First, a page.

I hope Captain Astor and his wife
Will make a double check!
Sheer ecstasy, Atlantic!
Euphoria, the sea!
The titan vessel rubs up
And gives some of it to me!
The seaworthy craft felt it right
To brush my icy walls
Bequeath to me some iron plates
And leave me with no gall.
I thank you, titan of the sea,
For the charity you have shown.
For as a berg of ice
No kindness have I known.
To you aboard this worthy craft
I bid you the fondest sleep.
Rest as still as the Atlantic
Calm and still and deep.
Poetry, Adult (Judge: John McBride, retired): "Devil's Throat," by Salvatore Marici
On the Argentina and Brazil border,
flowing water in the Iguazu River
slides over smooth rocks
and on other paths
brushes slippery moss
attached to boulders
before the endless gulp drops
into the Devil's mouth.
In his throat currents merge.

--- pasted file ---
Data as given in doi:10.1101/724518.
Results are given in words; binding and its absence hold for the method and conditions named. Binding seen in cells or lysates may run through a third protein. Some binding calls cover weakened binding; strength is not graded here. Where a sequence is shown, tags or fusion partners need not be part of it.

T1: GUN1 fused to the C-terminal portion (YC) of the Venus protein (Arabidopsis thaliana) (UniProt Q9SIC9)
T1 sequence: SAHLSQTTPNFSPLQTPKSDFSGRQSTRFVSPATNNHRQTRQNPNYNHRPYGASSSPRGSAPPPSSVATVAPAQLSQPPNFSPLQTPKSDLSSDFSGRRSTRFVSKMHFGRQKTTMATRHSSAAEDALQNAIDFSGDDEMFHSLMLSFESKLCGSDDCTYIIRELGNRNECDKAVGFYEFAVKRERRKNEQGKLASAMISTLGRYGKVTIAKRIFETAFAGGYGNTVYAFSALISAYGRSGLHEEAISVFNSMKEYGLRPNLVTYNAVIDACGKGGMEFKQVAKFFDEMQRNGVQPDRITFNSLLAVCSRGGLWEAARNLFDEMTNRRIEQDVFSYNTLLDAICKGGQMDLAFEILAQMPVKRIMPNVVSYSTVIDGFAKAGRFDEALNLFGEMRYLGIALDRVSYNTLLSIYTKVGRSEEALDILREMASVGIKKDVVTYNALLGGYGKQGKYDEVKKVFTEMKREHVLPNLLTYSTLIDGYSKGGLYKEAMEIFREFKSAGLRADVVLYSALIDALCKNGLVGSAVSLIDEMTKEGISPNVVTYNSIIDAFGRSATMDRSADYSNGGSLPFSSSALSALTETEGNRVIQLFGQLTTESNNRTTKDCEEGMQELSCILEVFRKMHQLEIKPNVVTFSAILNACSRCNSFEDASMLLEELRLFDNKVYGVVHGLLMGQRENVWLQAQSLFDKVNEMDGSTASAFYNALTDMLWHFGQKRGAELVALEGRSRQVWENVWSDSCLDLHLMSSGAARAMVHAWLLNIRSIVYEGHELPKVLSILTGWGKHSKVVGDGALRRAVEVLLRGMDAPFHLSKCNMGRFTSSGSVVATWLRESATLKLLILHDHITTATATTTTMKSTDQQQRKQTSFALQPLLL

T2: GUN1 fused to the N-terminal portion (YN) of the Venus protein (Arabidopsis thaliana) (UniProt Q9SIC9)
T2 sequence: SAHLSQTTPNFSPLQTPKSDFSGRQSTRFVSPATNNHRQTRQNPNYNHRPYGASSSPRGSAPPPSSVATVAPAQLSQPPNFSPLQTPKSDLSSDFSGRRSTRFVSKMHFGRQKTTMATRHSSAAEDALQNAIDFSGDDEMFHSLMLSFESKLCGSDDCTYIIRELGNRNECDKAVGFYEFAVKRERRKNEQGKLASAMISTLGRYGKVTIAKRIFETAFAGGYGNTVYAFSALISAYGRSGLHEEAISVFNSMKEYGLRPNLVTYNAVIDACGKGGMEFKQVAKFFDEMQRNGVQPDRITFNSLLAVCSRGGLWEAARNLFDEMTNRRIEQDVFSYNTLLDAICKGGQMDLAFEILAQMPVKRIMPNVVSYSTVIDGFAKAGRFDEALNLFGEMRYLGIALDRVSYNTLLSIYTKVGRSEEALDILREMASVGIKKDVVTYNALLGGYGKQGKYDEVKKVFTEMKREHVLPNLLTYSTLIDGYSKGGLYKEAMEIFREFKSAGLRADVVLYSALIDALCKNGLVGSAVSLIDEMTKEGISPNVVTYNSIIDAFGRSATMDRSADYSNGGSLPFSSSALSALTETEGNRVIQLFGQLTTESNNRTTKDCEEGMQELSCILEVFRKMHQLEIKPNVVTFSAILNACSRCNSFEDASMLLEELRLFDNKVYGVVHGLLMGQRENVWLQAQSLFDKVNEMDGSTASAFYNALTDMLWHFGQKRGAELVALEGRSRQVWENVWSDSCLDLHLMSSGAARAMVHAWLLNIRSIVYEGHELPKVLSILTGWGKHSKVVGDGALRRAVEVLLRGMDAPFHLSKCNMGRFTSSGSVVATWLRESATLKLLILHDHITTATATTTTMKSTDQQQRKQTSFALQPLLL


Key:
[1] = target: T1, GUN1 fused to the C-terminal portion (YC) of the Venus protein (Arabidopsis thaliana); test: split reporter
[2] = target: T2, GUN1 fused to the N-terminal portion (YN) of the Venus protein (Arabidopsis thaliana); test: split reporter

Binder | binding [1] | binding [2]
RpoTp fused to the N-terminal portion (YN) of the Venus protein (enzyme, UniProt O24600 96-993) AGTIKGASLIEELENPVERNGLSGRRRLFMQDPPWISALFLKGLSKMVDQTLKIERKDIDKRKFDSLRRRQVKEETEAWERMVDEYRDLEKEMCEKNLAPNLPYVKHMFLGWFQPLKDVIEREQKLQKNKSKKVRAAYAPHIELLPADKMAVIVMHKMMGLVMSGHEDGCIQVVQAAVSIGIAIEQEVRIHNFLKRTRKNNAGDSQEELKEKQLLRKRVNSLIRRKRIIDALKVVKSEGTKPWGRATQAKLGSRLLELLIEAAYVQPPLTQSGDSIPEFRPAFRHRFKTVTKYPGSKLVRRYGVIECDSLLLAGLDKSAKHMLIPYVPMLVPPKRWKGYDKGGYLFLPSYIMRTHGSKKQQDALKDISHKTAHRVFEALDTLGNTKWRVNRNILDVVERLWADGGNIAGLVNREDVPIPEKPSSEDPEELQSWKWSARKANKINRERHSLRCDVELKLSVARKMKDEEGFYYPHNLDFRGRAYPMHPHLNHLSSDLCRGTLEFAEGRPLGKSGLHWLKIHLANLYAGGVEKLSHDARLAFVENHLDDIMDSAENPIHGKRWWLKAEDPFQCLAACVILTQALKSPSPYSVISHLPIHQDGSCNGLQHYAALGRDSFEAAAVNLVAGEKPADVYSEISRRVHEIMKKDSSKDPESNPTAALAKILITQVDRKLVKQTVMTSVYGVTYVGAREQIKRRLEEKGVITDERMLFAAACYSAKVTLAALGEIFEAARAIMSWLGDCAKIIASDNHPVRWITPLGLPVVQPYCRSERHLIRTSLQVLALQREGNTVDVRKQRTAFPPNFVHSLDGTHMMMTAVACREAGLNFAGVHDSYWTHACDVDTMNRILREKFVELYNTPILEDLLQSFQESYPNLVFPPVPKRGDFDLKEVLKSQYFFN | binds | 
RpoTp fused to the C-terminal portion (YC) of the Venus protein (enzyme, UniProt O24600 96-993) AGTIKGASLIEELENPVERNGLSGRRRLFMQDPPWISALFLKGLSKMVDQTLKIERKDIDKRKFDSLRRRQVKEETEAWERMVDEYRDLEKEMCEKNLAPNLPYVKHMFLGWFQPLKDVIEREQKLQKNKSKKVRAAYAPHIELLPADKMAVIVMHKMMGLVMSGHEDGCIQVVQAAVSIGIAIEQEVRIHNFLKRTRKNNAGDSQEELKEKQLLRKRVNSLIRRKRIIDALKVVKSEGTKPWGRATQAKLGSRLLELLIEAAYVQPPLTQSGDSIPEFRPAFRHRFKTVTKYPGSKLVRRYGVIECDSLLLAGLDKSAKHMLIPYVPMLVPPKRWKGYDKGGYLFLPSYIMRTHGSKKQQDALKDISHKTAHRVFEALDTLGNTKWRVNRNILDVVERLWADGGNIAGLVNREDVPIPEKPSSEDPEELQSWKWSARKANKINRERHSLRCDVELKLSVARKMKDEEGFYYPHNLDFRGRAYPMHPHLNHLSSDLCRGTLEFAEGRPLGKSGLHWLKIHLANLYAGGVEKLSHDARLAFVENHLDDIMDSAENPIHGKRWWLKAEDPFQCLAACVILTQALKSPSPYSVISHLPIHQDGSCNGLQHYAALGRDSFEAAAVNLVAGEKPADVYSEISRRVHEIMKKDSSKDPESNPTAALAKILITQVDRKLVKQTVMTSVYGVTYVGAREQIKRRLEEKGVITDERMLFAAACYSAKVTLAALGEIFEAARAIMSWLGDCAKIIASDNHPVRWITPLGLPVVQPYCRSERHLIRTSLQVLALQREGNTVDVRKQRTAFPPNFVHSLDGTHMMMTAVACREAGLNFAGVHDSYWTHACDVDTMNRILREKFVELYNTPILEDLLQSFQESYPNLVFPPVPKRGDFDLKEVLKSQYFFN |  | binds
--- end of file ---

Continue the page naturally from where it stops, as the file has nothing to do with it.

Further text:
The relentless surge pounds,
churns his stomach. Walls echo crashes
to a deafen gurgle.
His breath sprays froth
and lifts tourists' wet hair
like their nations' flags in stiff winds.
I turn to the plateau's right flank
across the horseshoe formation
and see angels who wear white robes
mount the cascade. They charge.
Heads touch toes, one after another.
Each warrior smashes
fallen comrades' feathery wings.
Splattered water suspends itself in rainbows.
Songwriting, Youth (Judge: Bill Campbell, St. Ambrose University): Kellen Myers, "Sweet Mississippi"
Songwriting, Adult (Judge: Bill Campbell, St. Ambrose University):
Ellis Kell, "River Song: An Apology" (performed by Whoozdads?)
Nick Vasquez, "Treadin' Water"